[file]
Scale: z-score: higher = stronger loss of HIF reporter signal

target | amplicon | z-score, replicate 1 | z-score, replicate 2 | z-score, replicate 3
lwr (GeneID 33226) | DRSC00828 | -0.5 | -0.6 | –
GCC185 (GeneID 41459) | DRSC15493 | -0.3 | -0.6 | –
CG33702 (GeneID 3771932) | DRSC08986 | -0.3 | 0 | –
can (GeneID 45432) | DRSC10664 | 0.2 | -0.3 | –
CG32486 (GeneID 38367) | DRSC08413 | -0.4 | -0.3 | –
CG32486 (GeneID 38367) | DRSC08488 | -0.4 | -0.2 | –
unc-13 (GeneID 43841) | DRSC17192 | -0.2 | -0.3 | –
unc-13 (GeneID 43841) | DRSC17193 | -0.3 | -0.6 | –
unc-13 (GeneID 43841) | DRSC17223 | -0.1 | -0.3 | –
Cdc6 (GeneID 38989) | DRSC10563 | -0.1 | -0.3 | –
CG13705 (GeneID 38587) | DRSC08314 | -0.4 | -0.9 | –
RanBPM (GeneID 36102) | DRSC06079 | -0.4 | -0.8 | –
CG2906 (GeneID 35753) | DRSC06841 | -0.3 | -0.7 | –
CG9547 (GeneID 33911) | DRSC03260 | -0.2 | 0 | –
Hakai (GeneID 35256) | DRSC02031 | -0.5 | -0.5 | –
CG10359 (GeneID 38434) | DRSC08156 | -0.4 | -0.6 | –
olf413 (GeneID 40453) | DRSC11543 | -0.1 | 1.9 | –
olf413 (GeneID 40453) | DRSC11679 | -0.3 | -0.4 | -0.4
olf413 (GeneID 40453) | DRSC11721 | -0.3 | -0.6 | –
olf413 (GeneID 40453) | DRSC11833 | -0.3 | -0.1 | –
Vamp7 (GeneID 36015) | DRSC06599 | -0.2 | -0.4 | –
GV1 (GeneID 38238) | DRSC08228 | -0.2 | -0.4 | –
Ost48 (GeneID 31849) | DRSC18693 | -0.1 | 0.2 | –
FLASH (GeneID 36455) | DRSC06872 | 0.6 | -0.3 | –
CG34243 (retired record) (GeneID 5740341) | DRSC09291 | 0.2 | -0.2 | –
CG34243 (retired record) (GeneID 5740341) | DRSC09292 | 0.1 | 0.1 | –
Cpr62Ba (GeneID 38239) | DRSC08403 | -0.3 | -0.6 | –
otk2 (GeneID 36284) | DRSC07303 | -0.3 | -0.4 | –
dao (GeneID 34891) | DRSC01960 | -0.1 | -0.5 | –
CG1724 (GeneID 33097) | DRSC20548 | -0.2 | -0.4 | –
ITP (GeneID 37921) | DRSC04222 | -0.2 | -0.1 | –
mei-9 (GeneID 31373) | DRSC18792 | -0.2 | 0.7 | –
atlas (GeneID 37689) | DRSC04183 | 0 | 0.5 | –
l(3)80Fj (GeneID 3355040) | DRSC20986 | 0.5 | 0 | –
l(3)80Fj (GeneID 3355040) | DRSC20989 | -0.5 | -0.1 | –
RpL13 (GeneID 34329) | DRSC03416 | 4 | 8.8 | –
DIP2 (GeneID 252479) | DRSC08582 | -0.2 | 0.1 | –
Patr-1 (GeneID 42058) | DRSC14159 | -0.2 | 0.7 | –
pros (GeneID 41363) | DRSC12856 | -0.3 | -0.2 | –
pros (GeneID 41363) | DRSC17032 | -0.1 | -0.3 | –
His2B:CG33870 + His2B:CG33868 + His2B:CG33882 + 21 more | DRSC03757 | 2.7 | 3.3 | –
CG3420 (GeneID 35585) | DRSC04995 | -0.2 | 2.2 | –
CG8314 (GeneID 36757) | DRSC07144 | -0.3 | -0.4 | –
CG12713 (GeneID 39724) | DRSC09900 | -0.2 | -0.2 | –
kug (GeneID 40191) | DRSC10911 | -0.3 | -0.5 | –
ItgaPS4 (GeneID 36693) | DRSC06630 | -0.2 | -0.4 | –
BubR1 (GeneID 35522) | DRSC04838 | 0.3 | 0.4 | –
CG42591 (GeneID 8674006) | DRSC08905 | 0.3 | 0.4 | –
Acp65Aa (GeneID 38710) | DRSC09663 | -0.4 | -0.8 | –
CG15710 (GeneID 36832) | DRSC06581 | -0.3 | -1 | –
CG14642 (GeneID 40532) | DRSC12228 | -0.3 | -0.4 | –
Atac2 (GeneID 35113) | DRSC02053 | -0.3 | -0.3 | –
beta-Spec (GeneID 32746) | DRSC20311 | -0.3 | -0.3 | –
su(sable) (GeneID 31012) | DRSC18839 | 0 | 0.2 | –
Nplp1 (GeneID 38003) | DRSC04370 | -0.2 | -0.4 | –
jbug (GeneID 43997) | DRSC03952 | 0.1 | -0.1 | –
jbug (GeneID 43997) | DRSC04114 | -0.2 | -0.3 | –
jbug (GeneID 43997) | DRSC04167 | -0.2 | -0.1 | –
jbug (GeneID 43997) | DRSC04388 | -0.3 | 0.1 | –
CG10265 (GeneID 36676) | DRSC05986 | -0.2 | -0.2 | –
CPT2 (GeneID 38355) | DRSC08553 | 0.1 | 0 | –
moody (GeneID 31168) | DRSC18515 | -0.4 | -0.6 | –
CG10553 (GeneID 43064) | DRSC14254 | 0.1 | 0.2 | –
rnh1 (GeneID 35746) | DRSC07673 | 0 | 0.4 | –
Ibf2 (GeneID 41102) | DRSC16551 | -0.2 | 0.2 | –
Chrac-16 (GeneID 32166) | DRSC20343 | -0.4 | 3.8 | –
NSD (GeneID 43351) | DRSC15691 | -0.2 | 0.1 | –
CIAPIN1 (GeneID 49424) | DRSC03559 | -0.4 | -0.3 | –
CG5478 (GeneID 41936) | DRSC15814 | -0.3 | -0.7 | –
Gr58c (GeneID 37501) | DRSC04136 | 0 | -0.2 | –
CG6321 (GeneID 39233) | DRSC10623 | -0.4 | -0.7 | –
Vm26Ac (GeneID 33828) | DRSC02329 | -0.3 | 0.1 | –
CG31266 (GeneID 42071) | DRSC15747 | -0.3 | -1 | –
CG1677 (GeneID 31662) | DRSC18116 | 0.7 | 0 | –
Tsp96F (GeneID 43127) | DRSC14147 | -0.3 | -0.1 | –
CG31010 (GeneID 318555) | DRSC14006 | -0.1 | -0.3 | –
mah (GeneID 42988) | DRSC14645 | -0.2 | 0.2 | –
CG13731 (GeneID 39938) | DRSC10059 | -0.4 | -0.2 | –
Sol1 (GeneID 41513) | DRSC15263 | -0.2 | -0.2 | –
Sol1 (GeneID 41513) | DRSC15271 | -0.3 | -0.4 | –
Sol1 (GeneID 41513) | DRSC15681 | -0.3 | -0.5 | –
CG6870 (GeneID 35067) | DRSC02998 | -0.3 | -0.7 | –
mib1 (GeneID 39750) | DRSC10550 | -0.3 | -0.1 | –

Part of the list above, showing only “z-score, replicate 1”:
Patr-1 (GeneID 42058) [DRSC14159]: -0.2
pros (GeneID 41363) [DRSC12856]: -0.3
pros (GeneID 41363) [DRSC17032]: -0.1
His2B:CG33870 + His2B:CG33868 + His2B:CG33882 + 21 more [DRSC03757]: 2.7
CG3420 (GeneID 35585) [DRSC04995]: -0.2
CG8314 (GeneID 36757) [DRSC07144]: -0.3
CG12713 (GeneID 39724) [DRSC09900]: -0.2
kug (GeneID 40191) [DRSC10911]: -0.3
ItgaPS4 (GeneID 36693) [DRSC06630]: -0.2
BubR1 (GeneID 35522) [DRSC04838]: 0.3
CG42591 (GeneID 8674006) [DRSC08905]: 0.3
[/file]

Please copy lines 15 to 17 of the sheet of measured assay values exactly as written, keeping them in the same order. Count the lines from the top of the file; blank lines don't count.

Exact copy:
CG2906 (GeneID 35753) | DRSC06841 | -0.3 | -0.7 | –
CG9547 (GeneID 33911) | DRSC03260 | -0.2 | 0 | –
Hakai (GeneID 35256) | DRSC02031 | -0.5 | -0.5 | –